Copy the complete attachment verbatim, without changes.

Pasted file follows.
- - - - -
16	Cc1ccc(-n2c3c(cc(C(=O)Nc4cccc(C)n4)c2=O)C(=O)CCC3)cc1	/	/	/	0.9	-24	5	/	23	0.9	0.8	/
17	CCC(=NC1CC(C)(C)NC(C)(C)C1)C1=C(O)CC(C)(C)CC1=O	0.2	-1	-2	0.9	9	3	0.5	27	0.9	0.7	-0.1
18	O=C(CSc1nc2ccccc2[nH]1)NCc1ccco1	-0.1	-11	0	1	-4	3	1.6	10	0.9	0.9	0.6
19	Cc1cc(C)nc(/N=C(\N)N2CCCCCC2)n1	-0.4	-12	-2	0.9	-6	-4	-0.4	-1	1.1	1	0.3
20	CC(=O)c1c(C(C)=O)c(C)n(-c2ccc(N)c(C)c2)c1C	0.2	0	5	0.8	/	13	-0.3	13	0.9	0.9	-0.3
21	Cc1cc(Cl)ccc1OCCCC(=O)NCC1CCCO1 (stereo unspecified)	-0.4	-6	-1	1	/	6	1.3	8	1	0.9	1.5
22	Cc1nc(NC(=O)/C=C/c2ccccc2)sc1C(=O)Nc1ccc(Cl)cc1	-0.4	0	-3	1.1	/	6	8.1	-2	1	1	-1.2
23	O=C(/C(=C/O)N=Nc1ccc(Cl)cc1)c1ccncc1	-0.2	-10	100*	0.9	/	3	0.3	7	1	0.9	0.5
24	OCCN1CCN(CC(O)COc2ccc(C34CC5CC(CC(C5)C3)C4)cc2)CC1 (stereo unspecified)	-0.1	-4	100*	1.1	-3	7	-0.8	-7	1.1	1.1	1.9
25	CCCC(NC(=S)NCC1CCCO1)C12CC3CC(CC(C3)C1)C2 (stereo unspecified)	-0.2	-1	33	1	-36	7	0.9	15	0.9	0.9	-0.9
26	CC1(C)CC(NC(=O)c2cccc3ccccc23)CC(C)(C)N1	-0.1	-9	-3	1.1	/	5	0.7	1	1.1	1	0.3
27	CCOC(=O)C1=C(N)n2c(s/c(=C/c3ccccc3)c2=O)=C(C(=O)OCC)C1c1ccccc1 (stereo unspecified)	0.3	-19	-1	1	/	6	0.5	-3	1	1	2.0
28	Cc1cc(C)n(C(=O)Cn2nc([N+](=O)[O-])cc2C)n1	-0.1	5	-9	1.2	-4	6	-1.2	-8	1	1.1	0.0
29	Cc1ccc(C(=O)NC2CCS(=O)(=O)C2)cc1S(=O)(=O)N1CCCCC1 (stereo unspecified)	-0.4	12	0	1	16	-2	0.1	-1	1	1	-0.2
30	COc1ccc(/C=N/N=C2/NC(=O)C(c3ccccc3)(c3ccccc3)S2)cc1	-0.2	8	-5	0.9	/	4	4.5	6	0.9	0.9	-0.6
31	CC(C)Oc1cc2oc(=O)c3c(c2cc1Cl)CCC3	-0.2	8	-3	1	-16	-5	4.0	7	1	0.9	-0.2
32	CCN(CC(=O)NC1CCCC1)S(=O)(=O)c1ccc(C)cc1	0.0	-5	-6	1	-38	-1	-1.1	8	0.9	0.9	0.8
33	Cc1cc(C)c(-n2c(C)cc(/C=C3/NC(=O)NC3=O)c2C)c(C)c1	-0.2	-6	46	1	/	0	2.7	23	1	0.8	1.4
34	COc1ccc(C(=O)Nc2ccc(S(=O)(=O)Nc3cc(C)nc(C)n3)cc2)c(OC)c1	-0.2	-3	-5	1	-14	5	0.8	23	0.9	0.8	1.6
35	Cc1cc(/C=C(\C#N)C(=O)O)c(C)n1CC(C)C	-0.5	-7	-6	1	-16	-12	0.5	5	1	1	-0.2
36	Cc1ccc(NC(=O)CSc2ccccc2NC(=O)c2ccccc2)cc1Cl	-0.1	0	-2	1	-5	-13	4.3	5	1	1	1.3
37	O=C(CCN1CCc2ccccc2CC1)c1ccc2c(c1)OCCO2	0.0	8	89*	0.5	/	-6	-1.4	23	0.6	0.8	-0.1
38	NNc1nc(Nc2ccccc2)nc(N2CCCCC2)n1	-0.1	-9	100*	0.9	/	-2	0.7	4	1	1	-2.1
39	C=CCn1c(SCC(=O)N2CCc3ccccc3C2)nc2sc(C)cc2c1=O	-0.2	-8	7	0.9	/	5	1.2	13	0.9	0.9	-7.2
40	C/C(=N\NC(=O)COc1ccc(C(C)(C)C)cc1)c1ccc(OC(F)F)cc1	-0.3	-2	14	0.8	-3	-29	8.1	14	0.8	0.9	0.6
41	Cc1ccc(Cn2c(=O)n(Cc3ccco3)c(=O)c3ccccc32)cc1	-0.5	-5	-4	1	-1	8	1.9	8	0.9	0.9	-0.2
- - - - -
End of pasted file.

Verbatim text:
16	Cc1ccc(-n2c3c(cc(C(=O)Nc4cccc(C)n4)c2=O)C(=O)CCC3)cc1	/	/	/	0.9	-24	5	/	23	0.9	0.8	/
17	CCC(=NC1CC(C)(C)NC(C)(C)C1)C1=C(O)CC(C)(C)CC1=O	0.2	-1	-2	0.9	9	3	0.5	27	0.9	0.7	-0.1
18	O=C(CSc1nc2ccccc2[nH]1)NCc1ccco1	-0.1	-11	0	1	-4	3	1.6	10	0.9	0.9	0.6
19	Cc1cc(C)nc(/N=C(\N)N2CCCCCC2)n1	-0.4	-12	-2	0.9	-6	-4	-0.4	-1	1.1	1	0.3
20	CC(=O)c1c(C(C)=O)c(C)n(-c2ccc(N)c(C)c2)c1C	0.2	0	5	0.8	/	13	-0.3	13	0.9	0.9	-0.3
21	Cc1cc(Cl)ccc1OCCCC(=O)NCC1CCCO1 (stereo unspecified)	-0.4	-6	-1	1	/	6	1.3	8	1	0.9	1.5
22	Cc1nc(NC(=O)/C=C/c2ccccc2)sc1C(=O)Nc1ccc(Cl)cc1	-0.4	0	-3	1.1	/	6	8.1	-2	1	1	-1.2
23	O=C(/C(=C/O)N=Nc1ccc(Cl)cc1)c1ccncc1	-0.2	-10	100*	0.9	/	3	0.3	7	1	0.9	0.5
24	OCCN1CCN(CC(O)COc2ccc(C34CC5CC(CC(C5)C3)C4)cc2)CC1 (stereo unspecified)	-0.1	-4	100*	1.1	-3	7	-0.8	-7	1.1	1.1	1.9
25	CCCC(NC(=S)NCC1CCCO1)C12CC3CC(CC(C3)C1)C2 (stereo unspecified)	-0.2	-1	33	1	-36	7	0.9	15	0.9	0.9	-0.9
26	CC1(C)CC(NC(=O)c2cccc3ccccc23)CC(C)(C)N1	-0.1	-9	-3	1.1	/	5	0.7	1	1.1	1	0.3
27	CCOC(=O)C1=C(N)n2c(s/c(=C/c3ccccc3)c2=O)=C(C(=O)OCC)C1c1ccccc1 (stereo unspecified)	0.3	-19	-1	1	/	6	0.5	-3	1	1	2.0
28	Cc1cc(C)n(C(=O)Cn2nc([N+](=O)[O-])cc2C)n1	-0.1	5	-9	1.2	-4	6	-1.2	-8	1	1.1	0.0
29	Cc1ccc(C(=O)NC2CCS(=O)(=O)C2)cc1S(=O)(=O)N1CCCCC1 (stereo unspecified)	-0.4	12	0	1	16	-2	0.1	-1	1	1	-0.2
30	COc1ccc(/C=N/N=C2/NC(=O)C(c3ccccc3)(c3ccccc3)S2)cc1	-0.2	8	-5	0.9	/	4	4.5	6	0.9	0.9	-0.6
31	CC(C)Oc1cc2oc(=O)c3c(c2cc1Cl)CCC3	-0.2	8	-3	1	-16	-5	4.0	7	1	0.9	-0.2
32	CCN(CC(=O)NC1CCCC1)S(=O)(=O)c1ccc(C)cc1	0.0	-5	-6	1	-38	-1	-1.1	8	0.9	0.9	0.8
33	Cc1cc(C)c(-n2c(C)cc(/C=C3/NC(=O)NC3=O)c2C)c(C)c1	-0.2	-6	46	1	/	0	2.7	23	1	0.8	1.4
34	COc1ccc(C(=O)Nc2ccc(S(=O)(=O)Nc3cc(C)nc(C)n3)cc2)c(OC)c1	-0.2	-3	-5	1	-14	5	0.8	23	0.9	0.8	1.6
35	Cc1cc(/C=C(\C#N)C(=O)O)c(C)n1CC(C)C	-0.5	-7	-6	1	-16	-12	0.5	5	1	1	-0.2
36	Cc1ccc(NC(=O)CSc2ccccc2NC(=O)c2ccccc2)cc1Cl	-0.1	0	-2	1	-5	-13	4.3	5	1	1	1.3
37	O=C(CCN1CCc2ccccc2CC1)c1ccc2c(c1)OCCO2	0.0	8	89*	0.5	/	-6	-1.4	23	0.6	0.8	-0.1
38	NNc1nc(Nc2ccccc2)nc(N2CCCCC2)n1	-0.1	-9	100*	0.9	/	-2	0.7	4	1	1	-2.1
39	C=CCn1c(SCC(=O)N2CCc3ccccc3C2)nc2sc(C)cc2c1=O	-0.2	-8	7	0.9	/	5	1.2	13	0.9	0.9	-7.2
40	C/C(=N\NC(=O)COc1ccc(C(C)(C)C)cc1)c1ccc(OC(F)F)cc1	-0.3	-2	14	0.8	-3	-29	8.1	14	0.8	0.9	0.6
41	Cc1ccc(Cn2c(=O)n(Cc3ccco3)c(=O)c3ccccc32)cc1	-0.5	-5	-4	1	-1	8	1.9	8	0.9	0.9	-0.2